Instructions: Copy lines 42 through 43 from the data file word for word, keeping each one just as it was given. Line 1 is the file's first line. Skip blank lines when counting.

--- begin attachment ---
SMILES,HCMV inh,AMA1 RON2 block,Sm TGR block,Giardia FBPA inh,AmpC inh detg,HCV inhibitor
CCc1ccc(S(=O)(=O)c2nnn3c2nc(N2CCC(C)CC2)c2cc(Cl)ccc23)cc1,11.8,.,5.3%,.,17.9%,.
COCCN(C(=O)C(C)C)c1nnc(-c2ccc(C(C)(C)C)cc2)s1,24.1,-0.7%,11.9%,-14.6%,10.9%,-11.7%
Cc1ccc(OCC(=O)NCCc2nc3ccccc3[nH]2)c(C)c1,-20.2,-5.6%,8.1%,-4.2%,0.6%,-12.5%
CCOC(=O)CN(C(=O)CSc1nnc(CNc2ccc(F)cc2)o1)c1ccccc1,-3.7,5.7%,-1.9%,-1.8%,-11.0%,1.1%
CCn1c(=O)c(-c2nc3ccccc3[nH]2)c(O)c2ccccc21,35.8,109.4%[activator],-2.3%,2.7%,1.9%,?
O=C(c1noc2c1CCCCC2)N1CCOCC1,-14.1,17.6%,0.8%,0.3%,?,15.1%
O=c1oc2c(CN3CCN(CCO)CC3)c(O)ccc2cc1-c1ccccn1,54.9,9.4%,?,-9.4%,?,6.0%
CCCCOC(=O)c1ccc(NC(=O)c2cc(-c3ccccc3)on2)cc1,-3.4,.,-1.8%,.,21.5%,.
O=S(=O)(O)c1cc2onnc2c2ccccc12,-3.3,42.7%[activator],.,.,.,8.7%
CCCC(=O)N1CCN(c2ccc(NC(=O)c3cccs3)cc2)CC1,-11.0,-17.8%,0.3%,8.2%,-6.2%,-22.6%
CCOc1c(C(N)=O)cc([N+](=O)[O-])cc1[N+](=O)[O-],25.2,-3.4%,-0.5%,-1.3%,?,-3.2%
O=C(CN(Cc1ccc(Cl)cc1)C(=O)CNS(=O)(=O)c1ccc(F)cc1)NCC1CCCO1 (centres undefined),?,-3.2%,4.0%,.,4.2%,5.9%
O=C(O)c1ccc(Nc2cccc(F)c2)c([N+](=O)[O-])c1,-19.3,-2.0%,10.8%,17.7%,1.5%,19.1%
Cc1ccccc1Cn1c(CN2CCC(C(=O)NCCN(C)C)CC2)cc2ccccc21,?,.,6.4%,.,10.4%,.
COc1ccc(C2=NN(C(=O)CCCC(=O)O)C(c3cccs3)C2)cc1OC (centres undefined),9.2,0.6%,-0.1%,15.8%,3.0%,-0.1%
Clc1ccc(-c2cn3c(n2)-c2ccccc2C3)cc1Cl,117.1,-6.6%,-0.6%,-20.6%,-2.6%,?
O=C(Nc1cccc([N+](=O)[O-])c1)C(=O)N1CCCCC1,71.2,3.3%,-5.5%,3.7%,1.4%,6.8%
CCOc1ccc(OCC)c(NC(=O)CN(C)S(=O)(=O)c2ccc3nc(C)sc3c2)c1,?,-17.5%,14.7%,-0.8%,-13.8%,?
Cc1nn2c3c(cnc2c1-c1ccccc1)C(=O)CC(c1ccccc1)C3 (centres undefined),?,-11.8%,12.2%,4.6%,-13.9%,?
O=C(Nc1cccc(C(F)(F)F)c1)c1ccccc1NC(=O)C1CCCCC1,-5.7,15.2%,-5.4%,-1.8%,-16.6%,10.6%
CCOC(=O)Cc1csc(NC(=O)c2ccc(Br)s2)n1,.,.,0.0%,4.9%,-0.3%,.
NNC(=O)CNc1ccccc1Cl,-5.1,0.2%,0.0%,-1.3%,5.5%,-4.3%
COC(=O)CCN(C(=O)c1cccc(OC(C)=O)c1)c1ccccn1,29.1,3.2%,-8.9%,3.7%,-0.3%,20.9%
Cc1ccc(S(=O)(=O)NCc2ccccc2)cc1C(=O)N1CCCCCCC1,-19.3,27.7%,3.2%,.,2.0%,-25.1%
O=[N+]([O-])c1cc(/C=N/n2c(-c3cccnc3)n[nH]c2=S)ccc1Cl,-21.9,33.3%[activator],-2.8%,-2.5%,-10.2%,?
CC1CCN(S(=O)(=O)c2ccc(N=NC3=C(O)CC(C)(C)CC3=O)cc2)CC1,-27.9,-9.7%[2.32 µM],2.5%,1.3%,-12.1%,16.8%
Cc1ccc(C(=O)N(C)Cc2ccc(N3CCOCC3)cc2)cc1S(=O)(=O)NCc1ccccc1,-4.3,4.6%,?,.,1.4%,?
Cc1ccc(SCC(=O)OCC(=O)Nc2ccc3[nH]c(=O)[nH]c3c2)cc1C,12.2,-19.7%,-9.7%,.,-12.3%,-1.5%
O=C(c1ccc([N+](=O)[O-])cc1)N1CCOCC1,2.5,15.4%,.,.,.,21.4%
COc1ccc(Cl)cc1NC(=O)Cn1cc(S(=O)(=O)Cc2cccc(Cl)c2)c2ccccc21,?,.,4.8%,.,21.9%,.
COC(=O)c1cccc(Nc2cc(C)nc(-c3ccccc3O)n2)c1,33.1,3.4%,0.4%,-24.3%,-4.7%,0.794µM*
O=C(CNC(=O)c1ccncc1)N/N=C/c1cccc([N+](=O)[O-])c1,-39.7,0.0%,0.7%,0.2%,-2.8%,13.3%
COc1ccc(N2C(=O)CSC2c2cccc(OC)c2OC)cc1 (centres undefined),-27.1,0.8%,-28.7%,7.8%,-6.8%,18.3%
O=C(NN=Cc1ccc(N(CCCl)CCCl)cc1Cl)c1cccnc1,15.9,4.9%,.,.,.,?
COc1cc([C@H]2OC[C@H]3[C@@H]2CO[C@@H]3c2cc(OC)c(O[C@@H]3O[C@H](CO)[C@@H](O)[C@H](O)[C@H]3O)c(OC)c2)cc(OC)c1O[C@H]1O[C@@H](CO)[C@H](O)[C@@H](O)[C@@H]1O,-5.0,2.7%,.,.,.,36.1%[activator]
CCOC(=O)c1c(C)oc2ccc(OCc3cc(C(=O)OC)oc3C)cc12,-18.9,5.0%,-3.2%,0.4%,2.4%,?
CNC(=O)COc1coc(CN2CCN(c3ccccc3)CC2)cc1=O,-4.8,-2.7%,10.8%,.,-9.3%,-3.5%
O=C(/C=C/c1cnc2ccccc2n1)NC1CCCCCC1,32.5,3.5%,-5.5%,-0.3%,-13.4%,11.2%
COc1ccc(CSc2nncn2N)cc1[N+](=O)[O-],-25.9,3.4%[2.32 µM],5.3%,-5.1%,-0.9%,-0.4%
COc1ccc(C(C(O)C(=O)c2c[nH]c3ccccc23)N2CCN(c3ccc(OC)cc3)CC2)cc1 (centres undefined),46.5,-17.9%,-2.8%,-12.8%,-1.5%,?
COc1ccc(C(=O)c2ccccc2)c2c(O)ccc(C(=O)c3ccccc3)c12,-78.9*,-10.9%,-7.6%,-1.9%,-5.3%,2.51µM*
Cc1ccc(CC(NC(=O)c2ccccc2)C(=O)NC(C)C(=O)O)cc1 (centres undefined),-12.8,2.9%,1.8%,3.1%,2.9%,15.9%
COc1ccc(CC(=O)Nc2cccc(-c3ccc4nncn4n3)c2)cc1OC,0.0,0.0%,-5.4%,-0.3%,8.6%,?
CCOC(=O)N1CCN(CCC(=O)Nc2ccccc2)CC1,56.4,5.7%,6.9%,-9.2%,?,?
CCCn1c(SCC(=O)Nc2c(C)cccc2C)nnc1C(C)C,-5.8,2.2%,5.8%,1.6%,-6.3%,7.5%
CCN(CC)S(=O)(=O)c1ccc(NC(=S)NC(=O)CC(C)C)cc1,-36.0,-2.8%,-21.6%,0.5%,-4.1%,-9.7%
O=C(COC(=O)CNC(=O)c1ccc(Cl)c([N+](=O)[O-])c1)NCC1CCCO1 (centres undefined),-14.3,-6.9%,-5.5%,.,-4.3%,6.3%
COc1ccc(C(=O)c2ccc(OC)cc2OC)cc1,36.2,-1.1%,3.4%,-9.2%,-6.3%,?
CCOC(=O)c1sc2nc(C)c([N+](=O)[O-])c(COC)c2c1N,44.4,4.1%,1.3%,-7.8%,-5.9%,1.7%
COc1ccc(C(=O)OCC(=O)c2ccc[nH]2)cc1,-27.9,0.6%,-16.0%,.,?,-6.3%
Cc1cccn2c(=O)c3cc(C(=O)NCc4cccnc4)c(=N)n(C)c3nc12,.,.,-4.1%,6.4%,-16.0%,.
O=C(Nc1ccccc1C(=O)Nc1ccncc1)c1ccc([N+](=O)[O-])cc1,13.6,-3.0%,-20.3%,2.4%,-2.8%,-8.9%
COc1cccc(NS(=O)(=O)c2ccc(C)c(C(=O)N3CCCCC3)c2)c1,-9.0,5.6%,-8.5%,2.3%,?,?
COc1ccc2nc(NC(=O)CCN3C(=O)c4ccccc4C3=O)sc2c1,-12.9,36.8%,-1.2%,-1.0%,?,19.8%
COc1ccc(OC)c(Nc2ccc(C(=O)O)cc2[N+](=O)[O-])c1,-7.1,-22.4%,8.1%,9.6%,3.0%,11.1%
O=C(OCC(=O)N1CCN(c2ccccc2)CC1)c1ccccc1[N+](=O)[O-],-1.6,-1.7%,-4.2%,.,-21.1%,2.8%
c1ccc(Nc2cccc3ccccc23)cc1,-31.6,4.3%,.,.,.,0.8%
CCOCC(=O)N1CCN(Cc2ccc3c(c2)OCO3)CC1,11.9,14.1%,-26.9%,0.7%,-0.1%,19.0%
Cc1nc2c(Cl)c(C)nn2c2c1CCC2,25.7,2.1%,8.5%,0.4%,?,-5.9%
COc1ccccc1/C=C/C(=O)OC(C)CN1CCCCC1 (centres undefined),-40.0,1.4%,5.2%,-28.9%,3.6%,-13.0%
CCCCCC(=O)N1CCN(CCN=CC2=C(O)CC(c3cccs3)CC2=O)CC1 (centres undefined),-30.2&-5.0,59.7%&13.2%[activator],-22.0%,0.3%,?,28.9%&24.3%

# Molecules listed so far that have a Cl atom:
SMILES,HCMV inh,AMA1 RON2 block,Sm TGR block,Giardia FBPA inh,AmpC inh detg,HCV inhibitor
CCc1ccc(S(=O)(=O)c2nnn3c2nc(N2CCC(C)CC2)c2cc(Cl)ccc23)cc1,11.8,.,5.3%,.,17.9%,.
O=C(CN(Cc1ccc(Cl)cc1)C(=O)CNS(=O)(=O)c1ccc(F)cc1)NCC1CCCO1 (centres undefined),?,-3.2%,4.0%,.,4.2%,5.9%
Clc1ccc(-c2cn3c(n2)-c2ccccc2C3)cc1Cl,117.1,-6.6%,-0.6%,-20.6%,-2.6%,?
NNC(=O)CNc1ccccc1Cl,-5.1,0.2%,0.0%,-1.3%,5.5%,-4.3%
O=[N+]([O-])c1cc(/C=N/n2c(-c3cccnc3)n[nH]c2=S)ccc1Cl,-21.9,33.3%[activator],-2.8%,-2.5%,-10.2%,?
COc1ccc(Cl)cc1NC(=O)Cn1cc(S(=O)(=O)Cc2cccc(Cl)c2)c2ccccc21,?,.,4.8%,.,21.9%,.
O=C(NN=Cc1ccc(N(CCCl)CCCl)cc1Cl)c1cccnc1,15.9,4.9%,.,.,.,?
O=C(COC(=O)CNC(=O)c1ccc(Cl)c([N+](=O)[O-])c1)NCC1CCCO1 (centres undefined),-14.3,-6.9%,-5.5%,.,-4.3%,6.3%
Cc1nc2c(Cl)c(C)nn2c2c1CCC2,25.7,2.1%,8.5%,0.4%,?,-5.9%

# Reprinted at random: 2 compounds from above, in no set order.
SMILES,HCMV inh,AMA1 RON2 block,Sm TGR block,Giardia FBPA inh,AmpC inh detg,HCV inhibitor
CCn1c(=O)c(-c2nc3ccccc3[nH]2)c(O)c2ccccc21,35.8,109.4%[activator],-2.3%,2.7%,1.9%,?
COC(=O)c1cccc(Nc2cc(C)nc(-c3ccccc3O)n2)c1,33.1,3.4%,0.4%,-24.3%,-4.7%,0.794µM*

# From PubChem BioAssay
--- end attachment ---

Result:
COc1ccc(C(=O)c2ccccc2)c2c(O)ccc(C(=O)c3ccccc3)c12,-78.9*,-10.9%,-7.6%,-1.9%,-5.3%,2.51µM*
Cc1ccc(CC(NC(=O)c2ccccc2)C(=O)NC(C)C(=O)O)cc1 (centres undefined),-12.8,2.9%,1.8%,3.1%,2.9%,15.9%